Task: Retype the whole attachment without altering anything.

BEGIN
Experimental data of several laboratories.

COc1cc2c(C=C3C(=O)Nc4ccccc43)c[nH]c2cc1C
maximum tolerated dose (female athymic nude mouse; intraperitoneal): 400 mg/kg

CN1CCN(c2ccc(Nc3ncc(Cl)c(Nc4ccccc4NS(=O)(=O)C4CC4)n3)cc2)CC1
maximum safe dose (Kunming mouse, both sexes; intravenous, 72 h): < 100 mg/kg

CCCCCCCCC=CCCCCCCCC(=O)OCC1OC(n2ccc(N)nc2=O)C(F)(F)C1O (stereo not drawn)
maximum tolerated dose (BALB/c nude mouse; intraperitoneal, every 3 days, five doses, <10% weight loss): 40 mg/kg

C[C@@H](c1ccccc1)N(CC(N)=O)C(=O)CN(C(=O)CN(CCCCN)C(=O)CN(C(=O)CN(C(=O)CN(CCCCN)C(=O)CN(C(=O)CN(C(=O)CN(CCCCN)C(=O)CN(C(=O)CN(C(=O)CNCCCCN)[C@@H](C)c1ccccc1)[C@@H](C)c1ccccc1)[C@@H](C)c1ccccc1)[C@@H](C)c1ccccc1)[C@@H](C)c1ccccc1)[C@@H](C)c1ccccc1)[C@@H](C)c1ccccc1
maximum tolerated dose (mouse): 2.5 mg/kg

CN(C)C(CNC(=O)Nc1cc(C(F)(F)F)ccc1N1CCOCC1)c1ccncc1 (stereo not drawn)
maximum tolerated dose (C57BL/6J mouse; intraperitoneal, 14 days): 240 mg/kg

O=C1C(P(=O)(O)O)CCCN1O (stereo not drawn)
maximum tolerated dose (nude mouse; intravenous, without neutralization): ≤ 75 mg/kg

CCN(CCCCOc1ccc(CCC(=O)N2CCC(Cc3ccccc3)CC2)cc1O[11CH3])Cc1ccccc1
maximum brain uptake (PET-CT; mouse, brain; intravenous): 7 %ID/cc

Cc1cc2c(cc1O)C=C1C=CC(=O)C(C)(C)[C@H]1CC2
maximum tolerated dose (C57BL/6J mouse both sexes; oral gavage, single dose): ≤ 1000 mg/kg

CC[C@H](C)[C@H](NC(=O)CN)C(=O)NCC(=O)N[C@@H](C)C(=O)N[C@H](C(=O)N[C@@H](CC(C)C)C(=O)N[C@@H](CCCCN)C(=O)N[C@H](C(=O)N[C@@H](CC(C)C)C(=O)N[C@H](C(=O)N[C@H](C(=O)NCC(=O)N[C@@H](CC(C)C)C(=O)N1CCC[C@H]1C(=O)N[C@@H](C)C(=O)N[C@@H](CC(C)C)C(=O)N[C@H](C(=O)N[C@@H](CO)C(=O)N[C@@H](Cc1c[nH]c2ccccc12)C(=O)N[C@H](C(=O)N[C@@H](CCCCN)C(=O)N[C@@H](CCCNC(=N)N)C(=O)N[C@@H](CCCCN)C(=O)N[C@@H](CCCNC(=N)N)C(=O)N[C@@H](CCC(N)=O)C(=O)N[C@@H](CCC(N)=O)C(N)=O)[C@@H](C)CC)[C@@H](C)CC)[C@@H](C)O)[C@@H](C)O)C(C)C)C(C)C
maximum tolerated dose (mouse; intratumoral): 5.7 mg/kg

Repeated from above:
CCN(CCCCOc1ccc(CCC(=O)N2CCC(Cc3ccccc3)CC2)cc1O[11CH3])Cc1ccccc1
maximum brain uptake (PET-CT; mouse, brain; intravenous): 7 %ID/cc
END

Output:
Experimental data of several laboratories.

COc1cc2c(C=C3C(=O)Nc4ccccc43)c[nH]c2cc1C
maximum tolerated dose (female athymic nude mouse; intraperitoneal): 400 mg/kg

CN1CCN(c2ccc(Nc3ncc(Cl)c(Nc4ccccc4NS(=O)(=O)C4CC4)n3)cc2)CC1
maximum safe dose (Kunming mouse, both sexes; intravenous, 72 h): < 100 mg/kg

CCCCCCCCC=CCCCCCCCC(=O)OCC1OC(n2ccc(N)nc2=O)C(F)(F)C1O (stereo not drawn)
maximum tolerated dose (BALB/c nude mouse; intraperitoneal, every 3 days, five doses, <10% weight loss): 40 mg/kg

C[C@@H](c1ccccc1)N(CC(N)=O)C(=O)CN(C(=O)CN(CCCCN)C(=O)CN(C(=O)CN(C(=O)CN(CCCCN)C(=O)CN(C(=O)CN(C(=O)CN(CCCCN)C(=O)CN(C(=O)CN(C(=O)CNCCCCN)[C@@H](C)c1ccccc1)[C@@H](C)c1ccccc1)[C@@H](C)c1ccccc1)[C@@H](C)c1ccccc1)[C@@H](C)c1ccccc1)[C@@H](C)c1ccccc1)[C@@H](C)c1ccccc1
maximum tolerated dose (mouse): 2.5 mg/kg

CN(C)C(CNC(=O)Nc1cc(C(F)(F)F)ccc1N1CCOCC1)c1ccncc1 (stereo not drawn)
maximum tolerated dose (C57BL/6J mouse; intraperitoneal, 14 days): 240 mg/kg

O=C1C(P(=O)(O)O)CCCN1O (stereo not drawn)
maximum tolerated dose (nude mouse; intravenous, without neutralization): ≤ 75 mg/kg

CCN(CCCCOc1ccc(CCC(=O)N2CCC(Cc3ccccc3)CC2)cc1O[11CH3])Cc1ccccc1
maximum brain uptake (PET-CT; mouse, brain; intravenous): 7 %ID/cc

Cc1cc2c(cc1O)C=C1C=CC(=O)C(C)(C)[C@H]1CC2
maximum tolerated dose (C57BL/6J mouse both sexes; oral gavage, single dose): ≤ 1000 mg/kg

CC[C@H](C)[C@H](NC(=O)CN)C(=O)NCC(=O)N[C@@H](C)C(=O)N[C@H](C(=O)N[C@@H](CC(C)C)C(=O)N[C@@H](CCCCN)C(=O)N[C@H](C(=O)N[C@@H](CC(C)C)C(=O)N[C@H](C(=O)N[C@H](C(=O)NCC(=O)N[C@@H](CC(C)C)C(=O)N1CCC[C@H]1C(=O)N[C@@H](C)C(=O)N[C@@H](CC(C)C)C(=O)N[C@H](C(=O)N[C@@H](CO)C(=O)N[C@@H](Cc1c[nH]c2ccccc12)C(=O)N[C@H](C(=O)N[C@@H](CCCCN)C(=O)N[C@@H](CCCNC(=N)N)C(=O)N[C@@H](CCCCN)C(=O)N[C@@H](CCCNC(=N)N)C(=O)N[C@@H](CCC(N)=O)C(=O)N[C@@H](CCC(N)=O)C(N)=O)[C@@H](C)CC)[C@@H](C)CC)[C@@H](C)O)[C@@H](C)O)C(C)C)C(C)C
maximum tolerated dose (mouse; intratumoral): 5.7 mg/kg

Repeated from above:
CCN(CCCCOc1ccc(CCC(=O)N2CCC(Cc3ccccc3)CC2)cc1O[11CH3])Cc1ccccc1
maximum brain uptake (PET-CT; mouse, brain; intravenous): 7 %ID/cc